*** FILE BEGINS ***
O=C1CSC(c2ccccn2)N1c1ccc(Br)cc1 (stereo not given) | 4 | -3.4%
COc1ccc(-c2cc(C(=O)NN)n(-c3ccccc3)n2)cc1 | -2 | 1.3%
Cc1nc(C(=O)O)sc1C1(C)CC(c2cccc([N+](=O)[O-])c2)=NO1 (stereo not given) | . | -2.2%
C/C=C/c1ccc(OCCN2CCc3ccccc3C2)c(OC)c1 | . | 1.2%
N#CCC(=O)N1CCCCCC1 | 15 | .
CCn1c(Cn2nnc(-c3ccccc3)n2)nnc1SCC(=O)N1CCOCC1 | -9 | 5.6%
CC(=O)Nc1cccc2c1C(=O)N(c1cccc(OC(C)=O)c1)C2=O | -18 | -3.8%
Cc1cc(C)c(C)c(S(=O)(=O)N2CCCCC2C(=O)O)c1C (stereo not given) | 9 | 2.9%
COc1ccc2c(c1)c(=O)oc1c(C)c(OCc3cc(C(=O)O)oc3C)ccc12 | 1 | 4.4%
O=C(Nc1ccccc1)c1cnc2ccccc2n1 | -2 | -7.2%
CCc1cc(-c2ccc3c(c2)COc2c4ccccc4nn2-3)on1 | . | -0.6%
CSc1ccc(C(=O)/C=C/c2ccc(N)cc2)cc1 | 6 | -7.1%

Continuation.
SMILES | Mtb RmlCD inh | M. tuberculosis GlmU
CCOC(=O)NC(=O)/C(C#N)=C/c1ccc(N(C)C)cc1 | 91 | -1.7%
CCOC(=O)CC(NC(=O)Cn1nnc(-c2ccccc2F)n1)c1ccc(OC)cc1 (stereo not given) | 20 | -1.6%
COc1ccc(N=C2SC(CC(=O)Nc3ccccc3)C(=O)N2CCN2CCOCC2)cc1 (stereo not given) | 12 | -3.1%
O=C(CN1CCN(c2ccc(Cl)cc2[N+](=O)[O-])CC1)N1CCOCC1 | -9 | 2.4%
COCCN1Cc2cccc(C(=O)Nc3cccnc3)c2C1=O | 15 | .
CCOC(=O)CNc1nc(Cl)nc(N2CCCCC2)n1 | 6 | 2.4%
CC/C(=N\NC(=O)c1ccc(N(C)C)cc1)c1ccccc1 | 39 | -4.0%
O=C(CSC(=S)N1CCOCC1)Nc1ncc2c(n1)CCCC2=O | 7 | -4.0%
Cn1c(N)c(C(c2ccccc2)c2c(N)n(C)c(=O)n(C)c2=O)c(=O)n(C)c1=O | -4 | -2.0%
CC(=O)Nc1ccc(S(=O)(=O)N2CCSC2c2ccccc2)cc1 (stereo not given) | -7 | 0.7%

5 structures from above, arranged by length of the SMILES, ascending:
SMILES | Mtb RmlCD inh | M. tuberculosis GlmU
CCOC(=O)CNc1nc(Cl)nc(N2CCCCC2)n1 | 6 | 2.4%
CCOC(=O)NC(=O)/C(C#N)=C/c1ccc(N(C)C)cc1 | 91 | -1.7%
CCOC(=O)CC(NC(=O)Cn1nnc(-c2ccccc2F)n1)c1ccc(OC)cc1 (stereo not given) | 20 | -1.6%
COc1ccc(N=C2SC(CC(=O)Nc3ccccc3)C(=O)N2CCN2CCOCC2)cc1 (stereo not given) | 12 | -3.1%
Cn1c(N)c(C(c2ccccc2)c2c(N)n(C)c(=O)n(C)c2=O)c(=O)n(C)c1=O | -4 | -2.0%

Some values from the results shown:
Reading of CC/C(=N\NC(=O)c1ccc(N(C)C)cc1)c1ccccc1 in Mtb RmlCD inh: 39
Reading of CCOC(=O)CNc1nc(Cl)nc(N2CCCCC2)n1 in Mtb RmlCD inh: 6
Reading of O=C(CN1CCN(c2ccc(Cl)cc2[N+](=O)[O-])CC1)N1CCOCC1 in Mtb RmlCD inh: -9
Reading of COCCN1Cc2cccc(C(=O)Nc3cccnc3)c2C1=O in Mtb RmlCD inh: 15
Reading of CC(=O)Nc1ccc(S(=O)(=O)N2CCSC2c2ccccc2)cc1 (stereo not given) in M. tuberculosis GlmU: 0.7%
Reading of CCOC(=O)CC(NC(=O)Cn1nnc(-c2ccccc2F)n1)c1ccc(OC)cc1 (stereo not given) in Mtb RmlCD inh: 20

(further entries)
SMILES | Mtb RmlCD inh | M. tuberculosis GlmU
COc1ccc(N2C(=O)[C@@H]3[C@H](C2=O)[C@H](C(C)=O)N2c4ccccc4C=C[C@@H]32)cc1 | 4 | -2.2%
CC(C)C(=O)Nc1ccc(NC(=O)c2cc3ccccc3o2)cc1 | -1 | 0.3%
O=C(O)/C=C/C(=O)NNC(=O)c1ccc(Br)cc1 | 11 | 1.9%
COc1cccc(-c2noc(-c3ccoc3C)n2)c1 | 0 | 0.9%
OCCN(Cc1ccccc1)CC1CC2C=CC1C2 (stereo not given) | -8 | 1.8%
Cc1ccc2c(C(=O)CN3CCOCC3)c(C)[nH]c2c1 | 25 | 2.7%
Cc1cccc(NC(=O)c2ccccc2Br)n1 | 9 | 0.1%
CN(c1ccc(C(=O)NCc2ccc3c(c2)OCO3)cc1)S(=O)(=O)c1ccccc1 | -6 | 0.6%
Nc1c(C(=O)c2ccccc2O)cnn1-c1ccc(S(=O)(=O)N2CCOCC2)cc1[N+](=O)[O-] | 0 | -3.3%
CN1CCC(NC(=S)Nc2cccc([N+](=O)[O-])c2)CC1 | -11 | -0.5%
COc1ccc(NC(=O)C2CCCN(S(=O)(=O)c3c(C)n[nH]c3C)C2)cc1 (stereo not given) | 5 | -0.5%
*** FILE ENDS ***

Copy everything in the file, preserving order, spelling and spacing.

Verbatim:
O=C1CSC(c2ccccn2)N1c1ccc(Br)cc1 (stereo not given) | 4 | -3.4%
COc1ccc(-c2cc(C(=O)NN)n(-c3ccccc3)n2)cc1 | -2 | 1.3%
Cc1nc(C(=O)O)sc1C1(C)CC(c2cccc([N+](=O)[O-])c2)=NO1 (stereo not given) | . | -2.2%
C/C=C/c1ccc(OCCN2CCc3ccccc3C2)c(OC)c1 | . | 1.2%
N#CCC(=O)N1CCCCCC1 | 15 | .
CCn1c(Cn2nnc(-c3ccccc3)n2)nnc1SCC(=O)N1CCOCC1 | -9 | 5.6%
CC(=O)Nc1cccc2c1C(=O)N(c1cccc(OC(C)=O)c1)C2=O | -18 | -3.8%
Cc1cc(C)c(C)c(S(=O)(=O)N2CCCCC2C(=O)O)c1C (stereo not given) | 9 | 2.9%
COc1ccc2c(c1)c(=O)oc1c(C)c(OCc3cc(C(=O)O)oc3C)ccc12 | 1 | 4.4%
O=C(Nc1ccccc1)c1cnc2ccccc2n1 | -2 | -7.2%
CCc1cc(-c2ccc3c(c2)COc2c4ccccc4nn2-3)on1 | . | -0.6%
CSc1ccc(C(=O)/C=C/c2ccc(N)cc2)cc1 | 6 | -7.1%

Continuation.
SMILES | Mtb RmlCD inh | M. tuberculosis GlmU
CCOC(=O)NC(=O)/C(C#N)=C/c1ccc(N(C)C)cc1 | 91 | -1.7%
CCOC(=O)CC(NC(=O)Cn1nnc(-c2ccccc2F)n1)c1ccc(OC)cc1 (stereo not given) | 20 | -1.6%
COc1ccc(N=C2SC(CC(=O)Nc3ccccc3)C(=O)N2CCN2CCOCC2)cc1 (stereo not given) | 12 | -3.1%
O=C(CN1CCN(c2ccc(Cl)cc2[N+](=O)[O-])CC1)N1CCOCC1 | -9 | 2.4%
COCCN1Cc2cccc(C(=O)Nc3cccnc3)c2C1=O | 15 | .
CCOC(=O)CNc1nc(Cl)nc(N2CCCCC2)n1 | 6 | 2.4%
CC/C(=N\NC(=O)c1ccc(N(C)C)cc1)c1ccccc1 | 39 | -4.0%
O=C(CSC(=S)N1CCOCC1)Nc1ncc2c(n1)CCCC2=O | 7 | -4.0%
Cn1c(N)c(C(c2ccccc2)c2c(N)n(C)c(=O)n(C)c2=O)c(=O)n(C)c1=O | -4 | -2.0%
CC(=O)Nc1ccc(S(=O)(=O)N2CCSC2c2ccccc2)cc1 (stereo not given) | -7 | 0.7%

5 structures from above, arranged by length of the SMILES, ascending:
SMILES | Mtb RmlCD inh | M. tuberculosis GlmU
CCOC(=O)CNc1nc(Cl)nc(N2CCCCC2)n1 | 6 | 2.4%
CCOC(=O)NC(=O)/C(C#N)=C/c1ccc(N(C)C)cc1 | 91 | -1.7%
CCOC(=O)CC(NC(=O)Cn1nnc(-c2ccccc2F)n1)c1ccc(OC)cc1 (stereo not given) | 20 | -1.6%
COc1ccc(N=C2SC(CC(=O)Nc3ccccc3)C(=O)N2CCN2CCOCC2)cc1 (stereo not given) | 12 | -3.1%
Cn1c(N)c(C(c2ccccc2)c2c(N)n(C)c(=O)n(C)c2=O)c(=O)n(C)c1=O | -4 | -2.0%

Some values from the results shown:
Reading of CC/C(=N\NC(=O)c1ccc(N(C)C)cc1)c1ccccc1 in Mtb RmlCD inh: 39
Reading of CCOC(=O)CNc1nc(Cl)nc(N2CCCCC2)n1 in Mtb RmlCD inh: 6
Reading of O=C(CN1CCN(c2ccc(Cl)cc2[N+](=O)[O-])CC1)N1CCOCC1 in Mtb RmlCD inh: -9
Reading of COCCN1Cc2cccc(C(=O)Nc3cccnc3)c2C1=O in Mtb RmlCD inh: 15
Reading of CC(=O)Nc1ccc(S(=O)(=O)N2CCSC2c2ccccc2)cc1 (stereo not given) in M. tuberculosis GlmU: 0.7%
Reading of CCOC(=O)CC(NC(=O)Cn1nnc(-c2ccccc2F)n1)c1ccc(OC)cc1 (stereo not given) in Mtb RmlCD inh: 20

(further entries)
SMILES | Mtb RmlCD inh | M. tuberculosis GlmU
COc1ccc(N2C(=O)[C@@H]3[C@H](C2=O)[C@H](C(C)=O)N2c4ccccc4C=C[C@@H]32)cc1 | 4 | -2.2%
CC(C)C(=O)Nc1ccc(NC(=O)c2cc3ccccc3o2)cc1 | -1 | 0.3%
O=C(O)/C=C/C(=O)NNC(=O)c1ccc(Br)cc1 | 11 | 1.9%
COc1cccc(-c2noc(-c3ccoc3C)n2)c1 | 0 | 0.9%
OCCN(Cc1ccccc1)CC1CC2C=CC1C2 (stereo not given) | -8 | 1.8%
Cc1ccc2c(C(=O)CN3CCOCC3)c(C)[nH]c2c1 | 25 | 2.7%
Cc1cccc(NC(=O)c2ccccc2Br)n1 | 9 | 0.1%
CN(c1ccc(C(=O)NCc2ccc3c(c2)OCO3)cc1)S(=O)(=O)c1ccccc1 | -6 | 0.6%
Nc1c(C(=O)c2ccccc2O)cnn1-c1ccc(S(=O)(=O)N2CCOCC2)cc1[N+](=O)[O-] | 0 | -3.3%
CN1CCC(NC(=S)Nc2cccc([N+](=O)[O-])c2)CC1 | -11 | -0.5%
COc1ccc(NC(=O)C2CCCN(S(=O)(=O)c3c(C)n[nH]c3C)C2)cc1 (stereo not given) | 5 | -0.5%